Attack on asylum seeker prompts hate crime row

Response: “What happened is not representative of this community,” said local MP Gavin Barwell.

A sickening attack in south London has almost cost a 17-year-old boy his life. Police are calling it a racially motivated hate crime. Is a wider atmosphere of intolerance to blame?

On Friday night Reker Ahmed, a 17-year-old Kurdish-Iranian boy, was waiting for a bus in the south London borough of Croydon.

A group approached him and his two friends. They asked him where he was from. When they realised he was an asylum seeker, they chased him down the street as he cried for help.

What happened next, according to the police, was “horrendous”, “frenzied” and “brutal”. When the gang caught up with Ahmed they forced him to the ground and repeatedly punched and kicked him in the face and head.

“I saw a group of 30 people running towards the teenager,” said one eyewitness. “A group surrounded him watching. About four or five were punching and smacking him everywhere. I saw him on the floor after. He wasn’t moving.”

The attack left Ahmed with a fractured skull and a blood clot on his brain. Police said he had suffered a “racially motivated hate crime” and was lucky to be alive. Some drew comparisons with the 1993 murder of Stephen Lawrence, a black 18-year-old killed in a racially-motivated attack.

Politicians from across the spectrum condemned the assault. Theresa May said it was “absolutely despicable”. Sadiq Khan, the mayor of London, said: “Hate crime has no place in London.” The local MP called the attackers “cowardly and despicable scum”.

But some saw the unity as a facade. Diane Abbott, the shadow home secretary, said the incident was “not isolated”. She linked it to anti-migrant rhetoric in politics and the media — particularly in light of the Brexit referendum, when calls for tighter immigration restrictions played a significant part.

“With right-wing politicians across the world scapegoating migrants, refugees and others, we are seeing a deeply worrying rise in the politics of hate,” she said. Official statistics have shown a rise in reported hate crimes in Britain since June’s vote.

But Abbott’s words inspired a swift backlash. Chris Philp, the Conservative MP for Croydon South, called it “a sickening attempt to politicise an awful crime”.

Sign of the times?

Abbott has a point, say some. The number of attackers and bystanders, and the viciousness of the attack, show how deep-rooted this problem is. Irresponsible rhetoric on immigration encourages people to make sweeping generalisations about the “other”. In an area of high inequality like Croydon, their resentment will inevitably boil over.

That is over-interpreting it, others respond. This attack has gained a high profile and been roundly condemned, showing how isolated such incidents are in Britain. It is too easy to say the country is highly intolerant or assign blame. We do not know what drove this reprehensible behaviour, and should not draw too many conclusions from it.

You Decide

  1. Do hate crimes like this worry you?
  2. Is it right to link the Croydon attack to political rhetoric?

Activities

  1. Work in pairs. You are police officers charged with finding out what happened in Croydon. Write down five questions you would seek to answer, and how you would find out the answers to them.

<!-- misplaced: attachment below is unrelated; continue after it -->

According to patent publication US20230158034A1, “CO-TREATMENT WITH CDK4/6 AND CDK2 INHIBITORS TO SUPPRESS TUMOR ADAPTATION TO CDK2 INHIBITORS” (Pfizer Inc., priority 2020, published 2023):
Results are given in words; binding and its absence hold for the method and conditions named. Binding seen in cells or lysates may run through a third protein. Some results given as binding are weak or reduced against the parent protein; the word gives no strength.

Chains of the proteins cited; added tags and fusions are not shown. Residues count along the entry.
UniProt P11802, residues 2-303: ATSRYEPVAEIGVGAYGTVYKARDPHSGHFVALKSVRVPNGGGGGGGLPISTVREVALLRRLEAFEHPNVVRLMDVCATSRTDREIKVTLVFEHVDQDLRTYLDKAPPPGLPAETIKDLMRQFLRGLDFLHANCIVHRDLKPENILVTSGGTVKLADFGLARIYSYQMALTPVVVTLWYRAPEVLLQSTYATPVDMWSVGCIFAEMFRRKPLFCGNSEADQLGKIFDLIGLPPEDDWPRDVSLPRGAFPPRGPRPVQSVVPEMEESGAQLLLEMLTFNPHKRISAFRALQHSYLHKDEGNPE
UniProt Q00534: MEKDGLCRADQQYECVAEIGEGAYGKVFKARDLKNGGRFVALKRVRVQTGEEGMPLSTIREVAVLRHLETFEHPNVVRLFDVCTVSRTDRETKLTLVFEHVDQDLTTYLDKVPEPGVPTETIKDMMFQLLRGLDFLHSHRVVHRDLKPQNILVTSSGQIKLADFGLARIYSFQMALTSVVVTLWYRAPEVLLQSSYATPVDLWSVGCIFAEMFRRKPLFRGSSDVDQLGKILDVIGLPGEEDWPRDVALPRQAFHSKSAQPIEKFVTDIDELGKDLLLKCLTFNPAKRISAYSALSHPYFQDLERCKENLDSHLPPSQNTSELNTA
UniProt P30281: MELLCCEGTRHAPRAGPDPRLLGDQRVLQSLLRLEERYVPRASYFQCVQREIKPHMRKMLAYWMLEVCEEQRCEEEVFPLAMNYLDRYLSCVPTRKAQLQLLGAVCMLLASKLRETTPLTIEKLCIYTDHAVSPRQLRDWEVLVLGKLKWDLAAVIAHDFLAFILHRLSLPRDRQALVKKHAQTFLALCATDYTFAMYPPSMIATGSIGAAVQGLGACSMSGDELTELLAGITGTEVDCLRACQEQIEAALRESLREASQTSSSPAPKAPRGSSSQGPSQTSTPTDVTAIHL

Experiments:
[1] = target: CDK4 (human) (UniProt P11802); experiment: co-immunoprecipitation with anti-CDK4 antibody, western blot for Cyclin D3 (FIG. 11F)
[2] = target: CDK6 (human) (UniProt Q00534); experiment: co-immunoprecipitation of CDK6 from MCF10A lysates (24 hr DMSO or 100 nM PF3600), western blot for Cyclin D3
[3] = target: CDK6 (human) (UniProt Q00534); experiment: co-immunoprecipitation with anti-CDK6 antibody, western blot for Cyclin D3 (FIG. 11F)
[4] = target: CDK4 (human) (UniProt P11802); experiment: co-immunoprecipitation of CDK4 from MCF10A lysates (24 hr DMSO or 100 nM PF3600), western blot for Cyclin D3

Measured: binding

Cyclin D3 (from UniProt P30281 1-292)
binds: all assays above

2. Research and write a 500-word newspaper report about this incident, or a similar one in your local area, in the style of your local newspaper.

Some People Say...

“Politicians should just say what they think — they are not responsible for anyone else’s actions.”

What do you think?

Q & A

What do we know?
A very large gang was involved. Many people watched, although some tried to help the victim. Immigration has been an increasingly significant political issue in Britain recently; 33% of those who voted to leave the EU said their main reason was to gain control of the UK’s borders and reduce immigration. Several police forces have reported rises in hate crimes since the EU referendum.
What do we not know?
What links exist between anti-migration rhetoric and hate crimes — and in particular, Brexit and this crime.
What do people believe?
Some anecdotal evidence suggests incidents that have been explicitly linked to the Brexit vote. But racist rhetoric and incidents in the UK have fallen significantly over the long-term, and remain much lower now than in the late 20th century.

Word Watch

Asylum seeker
Someone who leaves their country and seeks asylum — the protection granted to refugees fleeing persecution and war — in another.
Group
The police said 20–30 people were involved in the attack. Some witnesses said dozens of bystanders also saw it.
Stephen Lawrence
Lawrence was stabbed to death at a bus stop in south London by a gang of racist youths in a notorious attack.
Hate crimes
Data from 31 police forces showed a 45% increase in racially or religiously aggravated offences after June’s referendum. Some forces have also reported a higher level of hate crimes since — though some commentators say changes in reporting mechanisms and definitions have driven the numbers up.
Politicise
Draw political meaning from the incident. Abbott, of Labour, attacked the Conservative government’s response to hate crime.
Inequality
Stefano Hatfield, a columnist for iNews, said growing “disparity between haves and have-nots” had bred discord and nihilism in Croydon. In this environment, he argued, anti-migrant rhetoric had allowed thugs to “feel some justification” for their actions.

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